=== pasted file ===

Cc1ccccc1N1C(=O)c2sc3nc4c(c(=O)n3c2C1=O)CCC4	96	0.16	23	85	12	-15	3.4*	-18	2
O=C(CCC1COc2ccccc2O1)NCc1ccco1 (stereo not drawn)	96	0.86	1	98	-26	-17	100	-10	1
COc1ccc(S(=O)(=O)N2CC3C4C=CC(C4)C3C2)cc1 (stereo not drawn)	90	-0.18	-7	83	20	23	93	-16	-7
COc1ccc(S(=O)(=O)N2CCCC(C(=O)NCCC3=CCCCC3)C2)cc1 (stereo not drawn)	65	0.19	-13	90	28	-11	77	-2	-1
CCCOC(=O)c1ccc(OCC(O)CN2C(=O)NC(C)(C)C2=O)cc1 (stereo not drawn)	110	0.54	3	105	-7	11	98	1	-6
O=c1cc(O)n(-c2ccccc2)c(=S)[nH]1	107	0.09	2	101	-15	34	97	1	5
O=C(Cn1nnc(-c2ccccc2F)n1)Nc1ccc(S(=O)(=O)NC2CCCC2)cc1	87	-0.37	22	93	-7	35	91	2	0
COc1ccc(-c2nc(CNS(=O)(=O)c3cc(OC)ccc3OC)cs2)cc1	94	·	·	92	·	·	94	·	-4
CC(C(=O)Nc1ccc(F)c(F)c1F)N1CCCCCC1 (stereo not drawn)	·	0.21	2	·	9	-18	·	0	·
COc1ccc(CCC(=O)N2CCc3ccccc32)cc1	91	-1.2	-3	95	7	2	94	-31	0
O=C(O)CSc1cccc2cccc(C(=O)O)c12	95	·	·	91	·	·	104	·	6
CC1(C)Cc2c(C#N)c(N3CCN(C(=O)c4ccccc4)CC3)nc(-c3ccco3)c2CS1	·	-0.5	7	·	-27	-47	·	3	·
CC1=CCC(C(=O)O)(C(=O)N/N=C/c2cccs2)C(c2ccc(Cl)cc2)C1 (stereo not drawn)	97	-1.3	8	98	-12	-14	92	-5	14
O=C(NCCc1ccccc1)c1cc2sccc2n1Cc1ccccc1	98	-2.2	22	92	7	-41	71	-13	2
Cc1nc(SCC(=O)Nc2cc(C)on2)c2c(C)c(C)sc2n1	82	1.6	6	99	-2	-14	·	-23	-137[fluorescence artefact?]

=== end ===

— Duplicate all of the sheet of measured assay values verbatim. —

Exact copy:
Cc1ccccc1N1C(=O)c2sc3nc4c(c(=O)n3c2C1=O)CCC4	96	0.16	23	85	12	-15	3.4*	-18	2
O=C(CCC1COc2ccccc2O1)NCc1ccco1 (stereo not drawn)	96	0.86	1	98	-26	-17	100	-10	1
COc1ccc(S(=O)(=O)N2CC3C4C=CC(C4)C3C2)cc1 (stereo not drawn)	90	-0.18	-7	83	20	23	93	-16	-7
COc1ccc(S(=O)(=O)N2CCCC(C(=O)NCCC3=CCCCC3)C2)cc1 (stereo not drawn)	65	0.19	-13	90	28	-11	77	-2	-1
CCCOC(=O)c1ccc(OCC(O)CN2C(=O)NC(C)(C)C2=O)cc1 (stereo not drawn)	110	0.54	3	105	-7	11	98	1	-6
O=c1cc(O)n(-c2ccccc2)c(=S)[nH]1	107	0.09	2	101	-15	34	97	1	5
O=C(Cn1nnc(-c2ccccc2F)n1)Nc1ccc(S(=O)(=O)NC2CCCC2)cc1	87	-0.37	22	93	-7	35	91	2	0
COc1ccc(-c2nc(CNS(=O)(=O)c3cc(OC)ccc3OC)cs2)cc1	94	·	·	92	·	·	94	·	-4
CC(C(=O)Nc1ccc(F)c(F)c1F)N1CCCCCC1 (stereo not drawn)	·	0.21	2	·	9	-18	·	0	·
COc1ccc(CCC(=O)N2CCc3ccccc32)cc1	91	-1.2	-3	95	7	2	94	-31	0
O=C(O)CSc1cccc2cccc(C(=O)O)c12	95	·	·	91	·	·	104	·	6
CC1(C)Cc2c(C#N)c(N3CCN(C(=O)c4ccccc4)CC3)nc(-c3ccco3)c2CS1	·	-0.5	7	·	-27	-47	·	3	·
CC1=CCC(C(=O)O)(C(=O)N/N=C/c2cccs2)C(c2ccc(Cl)cc2)C1 (stereo not drawn)	97	-1.3	8	98	-12	-14	92	-5	14
O=C(NCCc1ccccc1)c1cc2sccc2n1Cc1ccccc1	98	-2.2	22	92	7	-41	71	-13	2
Cc1nc(SCC(=O)Nc2cc(C)on2)c2c(C)c(C)sc2n1	82	1.6	6	99	-2	-14	·	-23	-137[fluorescence artefact?]